Pope greets highlanders after visiting favorite mountain haunts
ZAKOPANE, Poland (AP) _ Fourteen years ago, during the communist crackdown on the trade union Solidarity, Pope John Paul II went to his beloved Tatra Mountains and told the highlanders he would return ``in more peaceful times.″
Fulfilling his promise, the pope was spending three days in this picturesque, lake-dotted region of southern Poland. Today, he beatified two Polish nuns for their work with the poor during the turn of the century.
Many of the 250,000 people who gathered today for Mass before a wooden altar at the foot of a ski jump wore traditional highlander dress _ ivory wool pants or colorful skirts, embroidered white tops and sheepskin vests, wide-brimmed black hats and red beaded necklaces.
The pope, his face reddening in the mountain sun, clearly was moved by his audience and his return to an area he often visited as a young man.
``For a long time you had been inviting the pope ... and today we can say that Zakopane has managed it and I have too,″ he said to cheers.
While more than 100 violinists played traditional mountain songs, the pope even swayed a bit, arms extended, as if he wanted to dance.
Janina Waliczek, 65, said she was touched by the pope’s comment that he could always count on the highlanders to be faithful to the Catholic church. ``People from the Tatras are his best friends,″ she said.
The pontiff arrived in Zakopane on Wednesday night in the middle of a 11-day pilgrimage to his homeland, his seventh since becoming pope in 1978.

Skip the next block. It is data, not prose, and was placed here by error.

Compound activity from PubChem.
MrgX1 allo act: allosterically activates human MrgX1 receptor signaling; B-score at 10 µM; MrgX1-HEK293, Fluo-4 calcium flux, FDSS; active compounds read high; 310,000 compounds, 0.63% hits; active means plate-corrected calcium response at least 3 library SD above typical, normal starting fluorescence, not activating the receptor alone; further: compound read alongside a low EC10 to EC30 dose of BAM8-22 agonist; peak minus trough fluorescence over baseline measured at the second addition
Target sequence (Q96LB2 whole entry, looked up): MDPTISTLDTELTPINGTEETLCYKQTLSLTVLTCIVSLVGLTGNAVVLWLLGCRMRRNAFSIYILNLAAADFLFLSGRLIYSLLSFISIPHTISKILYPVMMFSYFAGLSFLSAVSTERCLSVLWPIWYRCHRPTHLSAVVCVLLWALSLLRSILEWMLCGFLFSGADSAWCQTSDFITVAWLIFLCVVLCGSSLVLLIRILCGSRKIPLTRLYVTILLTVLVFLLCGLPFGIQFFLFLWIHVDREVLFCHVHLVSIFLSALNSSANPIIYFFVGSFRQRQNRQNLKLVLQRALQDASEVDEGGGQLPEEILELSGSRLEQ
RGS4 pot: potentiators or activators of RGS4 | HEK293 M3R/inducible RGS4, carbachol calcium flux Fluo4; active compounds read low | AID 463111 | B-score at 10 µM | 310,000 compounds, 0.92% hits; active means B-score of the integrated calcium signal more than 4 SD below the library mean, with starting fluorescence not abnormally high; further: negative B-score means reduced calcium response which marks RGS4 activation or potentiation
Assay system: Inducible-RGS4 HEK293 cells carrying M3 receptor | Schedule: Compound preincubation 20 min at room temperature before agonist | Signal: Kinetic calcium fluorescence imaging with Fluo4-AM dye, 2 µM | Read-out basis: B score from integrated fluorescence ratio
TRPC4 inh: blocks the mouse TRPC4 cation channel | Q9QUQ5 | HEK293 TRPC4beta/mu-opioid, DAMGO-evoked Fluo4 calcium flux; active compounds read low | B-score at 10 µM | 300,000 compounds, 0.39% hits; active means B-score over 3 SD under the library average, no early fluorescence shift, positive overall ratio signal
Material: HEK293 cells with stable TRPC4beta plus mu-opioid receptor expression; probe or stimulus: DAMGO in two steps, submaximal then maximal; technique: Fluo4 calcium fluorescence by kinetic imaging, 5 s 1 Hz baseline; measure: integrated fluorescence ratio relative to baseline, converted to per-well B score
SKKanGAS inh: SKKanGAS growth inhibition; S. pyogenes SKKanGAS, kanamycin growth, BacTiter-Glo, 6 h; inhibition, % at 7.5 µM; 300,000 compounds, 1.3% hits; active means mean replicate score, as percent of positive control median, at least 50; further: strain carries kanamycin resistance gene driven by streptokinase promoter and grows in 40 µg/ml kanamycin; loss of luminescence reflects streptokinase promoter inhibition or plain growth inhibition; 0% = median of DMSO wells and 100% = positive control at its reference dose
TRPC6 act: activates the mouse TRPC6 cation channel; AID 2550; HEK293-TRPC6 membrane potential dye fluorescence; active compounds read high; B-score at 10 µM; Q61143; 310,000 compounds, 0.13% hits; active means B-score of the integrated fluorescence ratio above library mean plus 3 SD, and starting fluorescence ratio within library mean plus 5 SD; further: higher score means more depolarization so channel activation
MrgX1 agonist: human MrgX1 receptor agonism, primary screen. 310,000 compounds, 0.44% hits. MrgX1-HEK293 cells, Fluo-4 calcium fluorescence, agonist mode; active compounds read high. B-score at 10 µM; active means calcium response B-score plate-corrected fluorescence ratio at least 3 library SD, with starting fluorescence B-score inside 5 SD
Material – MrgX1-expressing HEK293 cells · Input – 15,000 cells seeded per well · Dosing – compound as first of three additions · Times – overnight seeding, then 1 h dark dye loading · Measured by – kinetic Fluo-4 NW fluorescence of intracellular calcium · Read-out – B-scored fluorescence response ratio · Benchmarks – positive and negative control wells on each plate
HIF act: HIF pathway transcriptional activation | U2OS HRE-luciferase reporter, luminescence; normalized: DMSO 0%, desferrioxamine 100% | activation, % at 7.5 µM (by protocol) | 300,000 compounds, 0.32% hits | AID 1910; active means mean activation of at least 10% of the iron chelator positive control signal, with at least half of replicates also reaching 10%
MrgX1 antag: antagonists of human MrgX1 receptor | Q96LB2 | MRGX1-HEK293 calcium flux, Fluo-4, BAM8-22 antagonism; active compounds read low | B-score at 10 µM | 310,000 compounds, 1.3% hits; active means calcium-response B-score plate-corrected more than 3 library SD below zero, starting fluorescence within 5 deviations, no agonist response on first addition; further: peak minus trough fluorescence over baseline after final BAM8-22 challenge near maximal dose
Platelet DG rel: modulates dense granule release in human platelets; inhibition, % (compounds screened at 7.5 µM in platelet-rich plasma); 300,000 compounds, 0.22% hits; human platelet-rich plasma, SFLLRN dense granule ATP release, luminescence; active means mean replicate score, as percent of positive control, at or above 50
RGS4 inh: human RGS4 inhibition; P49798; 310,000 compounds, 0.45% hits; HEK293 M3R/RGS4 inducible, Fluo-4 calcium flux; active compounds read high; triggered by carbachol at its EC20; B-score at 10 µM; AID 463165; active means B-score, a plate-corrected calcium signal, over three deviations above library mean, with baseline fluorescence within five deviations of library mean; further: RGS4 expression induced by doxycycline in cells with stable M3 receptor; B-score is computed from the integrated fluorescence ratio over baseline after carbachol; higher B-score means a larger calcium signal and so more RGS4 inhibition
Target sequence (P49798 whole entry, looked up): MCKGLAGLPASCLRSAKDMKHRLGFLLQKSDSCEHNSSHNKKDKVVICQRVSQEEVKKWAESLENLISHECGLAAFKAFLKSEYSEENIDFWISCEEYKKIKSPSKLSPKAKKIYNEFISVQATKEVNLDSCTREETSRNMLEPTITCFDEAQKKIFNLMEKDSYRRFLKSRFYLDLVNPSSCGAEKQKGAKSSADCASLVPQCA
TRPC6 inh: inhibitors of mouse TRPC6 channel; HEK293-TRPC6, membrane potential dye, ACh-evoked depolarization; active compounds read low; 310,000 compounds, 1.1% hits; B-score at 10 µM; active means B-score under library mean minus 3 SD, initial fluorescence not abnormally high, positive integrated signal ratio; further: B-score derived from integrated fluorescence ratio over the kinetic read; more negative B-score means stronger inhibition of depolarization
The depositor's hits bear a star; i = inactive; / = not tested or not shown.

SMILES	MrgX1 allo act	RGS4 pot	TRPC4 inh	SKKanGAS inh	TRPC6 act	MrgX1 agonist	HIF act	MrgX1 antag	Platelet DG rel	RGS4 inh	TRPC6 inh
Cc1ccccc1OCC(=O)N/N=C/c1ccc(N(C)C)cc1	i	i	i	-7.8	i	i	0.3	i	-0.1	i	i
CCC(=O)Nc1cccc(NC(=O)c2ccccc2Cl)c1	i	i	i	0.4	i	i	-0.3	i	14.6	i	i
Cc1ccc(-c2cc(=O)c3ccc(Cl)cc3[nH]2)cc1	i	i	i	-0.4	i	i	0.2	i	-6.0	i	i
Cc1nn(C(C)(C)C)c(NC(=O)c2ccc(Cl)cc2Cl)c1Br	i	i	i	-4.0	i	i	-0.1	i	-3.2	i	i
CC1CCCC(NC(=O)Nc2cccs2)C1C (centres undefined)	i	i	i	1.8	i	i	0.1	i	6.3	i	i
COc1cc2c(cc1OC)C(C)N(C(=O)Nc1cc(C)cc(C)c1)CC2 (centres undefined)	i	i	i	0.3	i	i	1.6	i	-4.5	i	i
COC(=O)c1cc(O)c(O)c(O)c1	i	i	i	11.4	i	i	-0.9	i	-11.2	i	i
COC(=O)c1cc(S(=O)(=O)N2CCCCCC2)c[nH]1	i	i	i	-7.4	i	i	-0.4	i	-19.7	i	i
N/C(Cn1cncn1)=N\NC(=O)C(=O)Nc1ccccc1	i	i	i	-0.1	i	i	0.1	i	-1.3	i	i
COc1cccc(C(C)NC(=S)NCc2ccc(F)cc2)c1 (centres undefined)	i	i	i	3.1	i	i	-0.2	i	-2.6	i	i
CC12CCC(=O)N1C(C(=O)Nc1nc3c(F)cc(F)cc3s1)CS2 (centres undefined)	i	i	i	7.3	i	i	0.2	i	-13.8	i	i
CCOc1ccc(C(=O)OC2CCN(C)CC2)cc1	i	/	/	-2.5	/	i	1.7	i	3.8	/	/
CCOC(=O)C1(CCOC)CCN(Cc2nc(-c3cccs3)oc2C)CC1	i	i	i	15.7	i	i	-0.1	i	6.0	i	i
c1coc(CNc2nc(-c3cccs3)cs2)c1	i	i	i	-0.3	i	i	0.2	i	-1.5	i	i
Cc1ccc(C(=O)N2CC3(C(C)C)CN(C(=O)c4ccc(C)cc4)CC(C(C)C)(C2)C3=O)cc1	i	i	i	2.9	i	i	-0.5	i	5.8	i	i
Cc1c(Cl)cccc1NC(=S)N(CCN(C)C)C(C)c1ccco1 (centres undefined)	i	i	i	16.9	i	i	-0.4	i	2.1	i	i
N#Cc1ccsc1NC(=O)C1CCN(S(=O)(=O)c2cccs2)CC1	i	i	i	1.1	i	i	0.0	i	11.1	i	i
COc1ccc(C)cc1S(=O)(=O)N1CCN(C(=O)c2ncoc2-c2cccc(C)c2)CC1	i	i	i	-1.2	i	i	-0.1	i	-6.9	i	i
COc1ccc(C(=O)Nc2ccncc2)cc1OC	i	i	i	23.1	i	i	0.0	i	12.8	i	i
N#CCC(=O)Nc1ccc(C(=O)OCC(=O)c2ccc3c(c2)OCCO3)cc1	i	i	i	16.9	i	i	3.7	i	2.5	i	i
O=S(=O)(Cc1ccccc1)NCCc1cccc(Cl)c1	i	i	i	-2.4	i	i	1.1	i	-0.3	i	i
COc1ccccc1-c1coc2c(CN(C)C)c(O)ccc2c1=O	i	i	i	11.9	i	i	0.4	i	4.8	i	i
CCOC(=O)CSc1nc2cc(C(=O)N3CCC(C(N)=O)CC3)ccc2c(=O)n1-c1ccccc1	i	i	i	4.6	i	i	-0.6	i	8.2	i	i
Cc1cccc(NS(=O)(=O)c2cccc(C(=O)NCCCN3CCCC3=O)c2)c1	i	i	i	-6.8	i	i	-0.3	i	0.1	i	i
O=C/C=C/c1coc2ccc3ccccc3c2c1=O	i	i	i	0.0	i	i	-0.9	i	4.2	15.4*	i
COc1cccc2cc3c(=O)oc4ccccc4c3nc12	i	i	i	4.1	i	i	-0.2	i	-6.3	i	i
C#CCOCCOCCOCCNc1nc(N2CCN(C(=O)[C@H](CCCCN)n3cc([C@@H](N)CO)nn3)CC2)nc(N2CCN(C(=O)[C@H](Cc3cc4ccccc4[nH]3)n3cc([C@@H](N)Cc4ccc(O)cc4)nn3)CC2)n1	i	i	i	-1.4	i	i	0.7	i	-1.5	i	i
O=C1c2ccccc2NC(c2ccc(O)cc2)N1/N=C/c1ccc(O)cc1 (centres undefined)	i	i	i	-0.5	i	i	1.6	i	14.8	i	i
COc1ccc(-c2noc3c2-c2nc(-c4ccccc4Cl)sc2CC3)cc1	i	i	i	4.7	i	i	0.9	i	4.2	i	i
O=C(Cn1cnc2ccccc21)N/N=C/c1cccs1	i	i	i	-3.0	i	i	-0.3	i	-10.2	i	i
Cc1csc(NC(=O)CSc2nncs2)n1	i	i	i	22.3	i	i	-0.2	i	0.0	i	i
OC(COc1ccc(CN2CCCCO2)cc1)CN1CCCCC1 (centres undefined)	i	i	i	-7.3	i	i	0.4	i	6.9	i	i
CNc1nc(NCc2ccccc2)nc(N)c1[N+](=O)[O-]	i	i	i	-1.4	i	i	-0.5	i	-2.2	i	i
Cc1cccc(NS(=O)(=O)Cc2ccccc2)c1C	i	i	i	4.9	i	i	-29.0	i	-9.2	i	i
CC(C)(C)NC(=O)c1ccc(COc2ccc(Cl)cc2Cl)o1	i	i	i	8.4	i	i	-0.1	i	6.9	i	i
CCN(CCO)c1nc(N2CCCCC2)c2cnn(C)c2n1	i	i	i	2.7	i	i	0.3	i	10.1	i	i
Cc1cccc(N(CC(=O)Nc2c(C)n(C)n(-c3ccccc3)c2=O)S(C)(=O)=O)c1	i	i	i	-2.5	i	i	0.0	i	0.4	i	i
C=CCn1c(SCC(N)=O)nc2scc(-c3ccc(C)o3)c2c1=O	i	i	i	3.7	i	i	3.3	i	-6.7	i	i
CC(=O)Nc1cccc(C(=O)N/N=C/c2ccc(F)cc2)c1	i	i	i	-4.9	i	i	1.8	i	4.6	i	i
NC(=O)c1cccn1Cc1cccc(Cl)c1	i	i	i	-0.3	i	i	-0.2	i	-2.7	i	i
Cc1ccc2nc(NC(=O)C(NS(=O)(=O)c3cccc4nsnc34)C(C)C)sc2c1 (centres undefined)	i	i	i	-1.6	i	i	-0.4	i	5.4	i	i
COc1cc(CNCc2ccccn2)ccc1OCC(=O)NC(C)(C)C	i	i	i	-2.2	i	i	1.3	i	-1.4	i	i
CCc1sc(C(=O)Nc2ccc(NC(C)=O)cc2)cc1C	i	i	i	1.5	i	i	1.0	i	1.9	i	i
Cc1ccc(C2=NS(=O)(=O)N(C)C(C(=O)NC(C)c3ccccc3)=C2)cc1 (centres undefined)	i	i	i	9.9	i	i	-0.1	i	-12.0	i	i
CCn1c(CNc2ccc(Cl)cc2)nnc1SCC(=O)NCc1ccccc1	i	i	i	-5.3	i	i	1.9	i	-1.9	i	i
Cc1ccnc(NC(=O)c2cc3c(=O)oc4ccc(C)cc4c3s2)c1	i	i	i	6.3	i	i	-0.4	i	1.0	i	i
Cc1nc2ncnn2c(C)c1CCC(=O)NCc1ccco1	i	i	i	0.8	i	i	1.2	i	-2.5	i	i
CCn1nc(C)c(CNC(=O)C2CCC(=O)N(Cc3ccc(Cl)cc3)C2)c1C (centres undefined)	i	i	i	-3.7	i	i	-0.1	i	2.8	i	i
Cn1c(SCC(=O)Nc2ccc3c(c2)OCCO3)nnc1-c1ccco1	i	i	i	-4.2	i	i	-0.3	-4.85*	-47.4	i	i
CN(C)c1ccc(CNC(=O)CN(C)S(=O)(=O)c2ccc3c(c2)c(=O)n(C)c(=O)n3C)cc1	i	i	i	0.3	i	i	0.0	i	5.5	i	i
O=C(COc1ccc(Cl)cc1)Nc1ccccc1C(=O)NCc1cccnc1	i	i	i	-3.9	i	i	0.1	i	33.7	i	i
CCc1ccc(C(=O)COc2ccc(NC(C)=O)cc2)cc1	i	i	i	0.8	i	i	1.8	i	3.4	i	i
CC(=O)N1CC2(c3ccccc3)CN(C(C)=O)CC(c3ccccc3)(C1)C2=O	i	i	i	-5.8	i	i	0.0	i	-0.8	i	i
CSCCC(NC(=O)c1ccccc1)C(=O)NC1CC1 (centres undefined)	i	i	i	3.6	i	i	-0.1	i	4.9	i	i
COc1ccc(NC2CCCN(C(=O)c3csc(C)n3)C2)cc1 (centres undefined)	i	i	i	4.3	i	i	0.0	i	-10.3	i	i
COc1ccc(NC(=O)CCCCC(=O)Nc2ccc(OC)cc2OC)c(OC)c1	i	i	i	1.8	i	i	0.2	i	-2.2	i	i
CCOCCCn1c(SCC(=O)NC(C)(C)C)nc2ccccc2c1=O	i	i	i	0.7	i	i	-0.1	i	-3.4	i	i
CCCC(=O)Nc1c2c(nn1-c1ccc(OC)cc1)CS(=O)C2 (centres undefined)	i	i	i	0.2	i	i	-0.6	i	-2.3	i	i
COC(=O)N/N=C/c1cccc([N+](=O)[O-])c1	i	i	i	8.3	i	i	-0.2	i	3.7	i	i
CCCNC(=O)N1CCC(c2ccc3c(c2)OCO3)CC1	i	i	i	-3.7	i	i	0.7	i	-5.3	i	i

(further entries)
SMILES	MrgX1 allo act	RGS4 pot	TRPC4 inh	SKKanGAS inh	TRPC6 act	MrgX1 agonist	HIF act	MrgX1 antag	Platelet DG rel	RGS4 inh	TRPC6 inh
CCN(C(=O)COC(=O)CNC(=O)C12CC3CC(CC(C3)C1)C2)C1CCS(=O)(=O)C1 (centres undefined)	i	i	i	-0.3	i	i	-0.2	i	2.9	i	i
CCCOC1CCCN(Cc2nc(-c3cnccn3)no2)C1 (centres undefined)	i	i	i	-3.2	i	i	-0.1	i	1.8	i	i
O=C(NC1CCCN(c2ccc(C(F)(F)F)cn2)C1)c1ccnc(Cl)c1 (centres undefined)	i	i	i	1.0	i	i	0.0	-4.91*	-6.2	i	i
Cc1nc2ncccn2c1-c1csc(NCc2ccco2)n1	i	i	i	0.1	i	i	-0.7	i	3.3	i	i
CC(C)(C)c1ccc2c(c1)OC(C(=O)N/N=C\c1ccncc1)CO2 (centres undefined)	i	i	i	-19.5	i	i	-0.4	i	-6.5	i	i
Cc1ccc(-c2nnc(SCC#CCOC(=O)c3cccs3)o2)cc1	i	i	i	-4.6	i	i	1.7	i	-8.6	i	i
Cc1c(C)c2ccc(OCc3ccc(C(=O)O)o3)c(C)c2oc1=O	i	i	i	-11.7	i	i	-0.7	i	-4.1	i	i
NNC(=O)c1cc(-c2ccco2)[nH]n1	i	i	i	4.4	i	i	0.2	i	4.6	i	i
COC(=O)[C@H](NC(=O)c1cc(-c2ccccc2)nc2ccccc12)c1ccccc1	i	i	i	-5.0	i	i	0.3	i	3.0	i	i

The 77-year-old pontiff was born nearby in Wadowice and frequently hiked and skied in the Tatra Mountains, even after he became cardinal of Krakow, 60 miles to the north.
After today’s Mass, the pope was reunited with 13 classmates from his elementary school in Wadowice, and rode a cable car up Kasprowy Wierch.
The view from the top of the mountain where he used to ski was obscured by scattered showers, but ``he didn’t mind the rain,″ Wojciech Kozak, the cable car operator, told Polish television afterward.
John Paul also visited a small convent at Kalatowki and sang with the Albertine nuns in their chapel.
On Thursday, with no events scheduled, he took a helicopter tour of the mountains and, in a surprise outing an hour before sunset, drove in a black Mercedes to Morskie Oko, one of Poland’s most beautiful mountain lakes, about 20 miles south of Zakopane.
The pontiff went into a lakeside inn and signed the register, adding a ``God Bless,″ owner Maria Lapinska said. He then went out by the water and chatted with about 40 people, shaking hands and blessing them.
During his airborne tour, the pope also flew the Five Ponds Valley, where he used to ski, and the Chocholowska Valley, where he met secretly in 1983 with Solidarity founder Lech Walesa.
After that meeting, the pope took a two-hour hike on a path since named ``the papal route.″ The words he spoke that day fourteen years ago _ ``Today, I could have a close look at the Tatras and could breathe the air of my youth″ _ are carved on wooden board in a chapel in the valley.